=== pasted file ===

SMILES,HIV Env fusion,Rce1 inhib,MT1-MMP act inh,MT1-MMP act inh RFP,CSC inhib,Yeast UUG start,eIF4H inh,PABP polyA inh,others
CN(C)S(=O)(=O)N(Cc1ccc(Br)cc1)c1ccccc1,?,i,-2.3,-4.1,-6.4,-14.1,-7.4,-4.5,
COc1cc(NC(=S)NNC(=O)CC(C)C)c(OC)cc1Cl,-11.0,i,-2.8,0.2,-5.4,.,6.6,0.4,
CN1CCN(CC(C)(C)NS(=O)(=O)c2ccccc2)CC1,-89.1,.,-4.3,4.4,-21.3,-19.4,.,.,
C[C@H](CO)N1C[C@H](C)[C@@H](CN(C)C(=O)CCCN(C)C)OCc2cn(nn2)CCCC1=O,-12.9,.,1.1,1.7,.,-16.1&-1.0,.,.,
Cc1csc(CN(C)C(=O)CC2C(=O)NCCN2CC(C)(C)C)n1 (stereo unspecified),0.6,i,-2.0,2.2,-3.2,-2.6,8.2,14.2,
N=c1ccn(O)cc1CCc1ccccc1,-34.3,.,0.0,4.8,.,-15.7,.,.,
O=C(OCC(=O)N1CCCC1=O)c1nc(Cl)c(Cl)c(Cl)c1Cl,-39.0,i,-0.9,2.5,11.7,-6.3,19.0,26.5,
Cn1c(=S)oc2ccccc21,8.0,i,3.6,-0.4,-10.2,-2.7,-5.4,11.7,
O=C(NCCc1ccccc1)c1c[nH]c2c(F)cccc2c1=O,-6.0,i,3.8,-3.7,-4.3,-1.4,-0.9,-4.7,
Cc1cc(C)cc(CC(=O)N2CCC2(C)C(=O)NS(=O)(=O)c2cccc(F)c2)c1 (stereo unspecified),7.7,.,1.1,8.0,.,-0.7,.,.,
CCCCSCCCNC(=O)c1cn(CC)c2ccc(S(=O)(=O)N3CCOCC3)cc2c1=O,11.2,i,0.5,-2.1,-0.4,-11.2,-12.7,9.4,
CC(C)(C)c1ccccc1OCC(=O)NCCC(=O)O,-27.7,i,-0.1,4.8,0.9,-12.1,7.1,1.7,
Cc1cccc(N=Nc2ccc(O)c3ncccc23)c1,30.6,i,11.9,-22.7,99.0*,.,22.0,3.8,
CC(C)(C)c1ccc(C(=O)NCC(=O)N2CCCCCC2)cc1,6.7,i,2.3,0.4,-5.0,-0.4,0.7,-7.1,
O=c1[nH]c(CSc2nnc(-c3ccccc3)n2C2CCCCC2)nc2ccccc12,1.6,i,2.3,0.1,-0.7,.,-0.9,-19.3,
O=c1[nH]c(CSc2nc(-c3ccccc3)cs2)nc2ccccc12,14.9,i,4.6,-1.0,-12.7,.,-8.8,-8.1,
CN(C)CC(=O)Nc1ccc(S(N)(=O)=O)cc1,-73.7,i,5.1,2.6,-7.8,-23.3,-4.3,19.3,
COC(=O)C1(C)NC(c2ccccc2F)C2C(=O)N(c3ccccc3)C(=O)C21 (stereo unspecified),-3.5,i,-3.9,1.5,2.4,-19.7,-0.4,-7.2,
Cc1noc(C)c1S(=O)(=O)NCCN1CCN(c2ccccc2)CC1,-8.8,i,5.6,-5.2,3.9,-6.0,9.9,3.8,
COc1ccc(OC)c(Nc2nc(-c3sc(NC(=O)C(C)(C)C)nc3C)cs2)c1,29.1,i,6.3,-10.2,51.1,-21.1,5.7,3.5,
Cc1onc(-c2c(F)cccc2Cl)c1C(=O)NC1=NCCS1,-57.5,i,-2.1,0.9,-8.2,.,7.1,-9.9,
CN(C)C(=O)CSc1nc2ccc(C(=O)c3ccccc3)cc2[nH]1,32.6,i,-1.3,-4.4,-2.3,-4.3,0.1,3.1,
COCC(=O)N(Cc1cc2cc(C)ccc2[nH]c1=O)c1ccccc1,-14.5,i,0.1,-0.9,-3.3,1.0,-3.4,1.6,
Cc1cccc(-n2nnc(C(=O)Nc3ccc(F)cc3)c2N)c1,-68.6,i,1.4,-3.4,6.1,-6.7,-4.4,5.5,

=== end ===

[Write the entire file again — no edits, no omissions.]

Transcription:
SMILES,HIV Env fusion,Rce1 inhib,MT1-MMP act inh,MT1-MMP act inh RFP,CSC inhib,Yeast UUG start,eIF4H inh,PABP polyA inh,others
CN(C)S(=O)(=O)N(Cc1ccc(Br)cc1)c1ccccc1,?,i,-2.3,-4.1,-6.4,-14.1,-7.4,-4.5,
COc1cc(NC(=S)NNC(=O)CC(C)C)c(OC)cc1Cl,-11.0,i,-2.8,0.2,-5.4,.,6.6,0.4,
CN1CCN(CC(C)(C)NS(=O)(=O)c2ccccc2)CC1,-89.1,.,-4.3,4.4,-21.3,-19.4,.,.,
C[C@H](CO)N1C[C@H](C)[C@@H](CN(C)C(=O)CCCN(C)C)OCc2cn(nn2)CCCC1=O,-12.9,.,1.1,1.7,.,-16.1&-1.0,.,.,
Cc1csc(CN(C)C(=O)CC2C(=O)NCCN2CC(C)(C)C)n1 (stereo unspecified),0.6,i,-2.0,2.2,-3.2,-2.6,8.2,14.2,
N=c1ccn(O)cc1CCc1ccccc1,-34.3,.,0.0,4.8,.,-15.7,.,.,
O=C(OCC(=O)N1CCCC1=O)c1nc(Cl)c(Cl)c(Cl)c1Cl,-39.0,i,-0.9,2.5,11.7,-6.3,19.0,26.5,
Cn1c(=S)oc2ccccc21,8.0,i,3.6,-0.4,-10.2,-2.7,-5.4,11.7,
O=C(NCCc1ccccc1)c1c[nH]c2c(F)cccc2c1=O,-6.0,i,3.8,-3.7,-4.3,-1.4,-0.9,-4.7,
Cc1cc(C)cc(CC(=O)N2CCC2(C)C(=O)NS(=O)(=O)c2cccc(F)c2)c1 (stereo unspecified),7.7,.,1.1,8.0,.,-0.7,.,.,
CCCCSCCCNC(=O)c1cn(CC)c2ccc(S(=O)(=O)N3CCOCC3)cc2c1=O,11.2,i,0.5,-2.1,-0.4,-11.2,-12.7,9.4,
CC(C)(C)c1ccccc1OCC(=O)NCCC(=O)O,-27.7,i,-0.1,4.8,0.9,-12.1,7.1,1.7,
Cc1cccc(N=Nc2ccc(O)c3ncccc23)c1,30.6,i,11.9,-22.7,99.0*,.,22.0,3.8,
CC(C)(C)c1ccc(C(=O)NCC(=O)N2CCCCCC2)cc1,6.7,i,2.3,0.4,-5.0,-0.4,0.7,-7.1,
O=c1[nH]c(CSc2nnc(-c3ccccc3)n2C2CCCCC2)nc2ccccc12,1.6,i,2.3,0.1,-0.7,.,-0.9,-19.3,
O=c1[nH]c(CSc2nc(-c3ccccc3)cs2)nc2ccccc12,14.9,i,4.6,-1.0,-12.7,.,-8.8,-8.1,
CN(C)CC(=O)Nc1ccc(S(N)(=O)=O)cc1,-73.7,i,5.1,2.6,-7.8,-23.3,-4.3,19.3,
COC(=O)C1(C)NC(c2ccccc2F)C2C(=O)N(c3ccccc3)C(=O)C21 (stereo unspecified),-3.5,i,-3.9,1.5,2.4,-19.7,-0.4,-7.2,
Cc1noc(C)c1S(=O)(=O)NCCN1CCN(c2ccccc2)CC1,-8.8,i,5.6,-5.2,3.9,-6.0,9.9,3.8,
COc1ccc(OC)c(Nc2nc(-c3sc(NC(=O)C(C)(C)C)nc3C)cs2)c1,29.1,i,6.3,-10.2,51.1,-21.1,5.7,3.5,
Cc1onc(-c2c(F)cccc2Cl)c1C(=O)NC1=NCCS1,-57.5,i,-2.1,0.9,-8.2,.,7.1,-9.9,
CN(C)C(=O)CSc1nc2ccc(C(=O)c3ccccc3)cc2[nH]1,32.6,i,-1.3,-4.4,-2.3,-4.3,0.1,3.1,
COCC(=O)N(Cc1cc2cc(C)ccc2[nH]c1=O)c1ccccc1,-14.5,i,0.1,-0.9,-3.3,1.0,-3.4,1.6,
Cc1cccc(-n2nnc(C(=O)Nc3ccc(F)cc3)c2N)c1,-68.6,i,1.4,-3.4,6.1,-6.7,-4.4,5.5,